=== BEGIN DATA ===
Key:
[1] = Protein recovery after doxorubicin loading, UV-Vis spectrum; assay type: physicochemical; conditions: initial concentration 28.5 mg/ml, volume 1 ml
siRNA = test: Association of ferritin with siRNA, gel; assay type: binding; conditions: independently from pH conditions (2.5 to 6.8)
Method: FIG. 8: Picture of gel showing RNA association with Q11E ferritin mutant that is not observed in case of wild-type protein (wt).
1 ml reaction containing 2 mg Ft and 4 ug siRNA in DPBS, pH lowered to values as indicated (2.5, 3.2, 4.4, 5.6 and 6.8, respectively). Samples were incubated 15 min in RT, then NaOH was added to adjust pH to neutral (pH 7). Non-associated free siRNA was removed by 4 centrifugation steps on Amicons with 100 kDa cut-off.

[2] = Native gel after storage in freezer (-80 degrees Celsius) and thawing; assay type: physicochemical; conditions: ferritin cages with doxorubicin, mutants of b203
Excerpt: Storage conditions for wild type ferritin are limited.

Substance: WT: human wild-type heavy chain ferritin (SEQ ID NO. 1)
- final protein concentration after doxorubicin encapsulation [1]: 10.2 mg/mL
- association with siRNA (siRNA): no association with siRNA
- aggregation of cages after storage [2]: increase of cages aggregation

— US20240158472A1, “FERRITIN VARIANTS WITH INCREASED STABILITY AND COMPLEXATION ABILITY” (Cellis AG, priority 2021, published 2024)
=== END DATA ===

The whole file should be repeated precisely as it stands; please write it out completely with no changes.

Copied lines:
Key:
[1] = Protein recovery after doxorubicin loading, UV-Vis spectrum; assay type: physicochemical; conditions: initial concentration 28.5 mg/ml, volume 1 ml
siRNA = test: Association of ferritin with siRNA, gel; assay type: binding; conditions: independently from pH conditions (2.5 to 6.8)
Method: FIG. 8: Picture of gel showing RNA association with Q11E ferritin mutant that is not observed in case of wild-type protein (wt).
1 ml reaction containing 2 mg Ft and 4 ug siRNA in DPBS, pH lowered to values as indicated (2.5, 3.2, 4.4, 5.6 and 6.8, respectively). Samples were incubated 15 min in RT, then NaOH was added to adjust pH to neutral (pH 7). Non-associated free siRNA was removed by 4 centrifugation steps on Amicons with 100 kDa cut-off.

[2] = Native gel after storage in freezer (-80 degrees Celsius) and thawing; assay type: physicochemical; conditions: ferritin cages with doxorubicin, mutants of b203
Excerpt: Storage conditions for wild type ferritin are limited.

Substance: WT: human wild-type heavy chain ferritin (SEQ ID NO. 1)
- final protein concentration after doxorubicin encapsulation [1]: 10.2 mg/mL
- association with siRNA (siRNA): no association with siRNA
- aggregation of cages after storage [2]: increase of cages aggregation

— US20240158472A1, “FERRITIN VARIANTS WITH INCREASED STABILITY AND COMPLEXATION ABILITY” (Cellis AG, priority 2021, published 2024)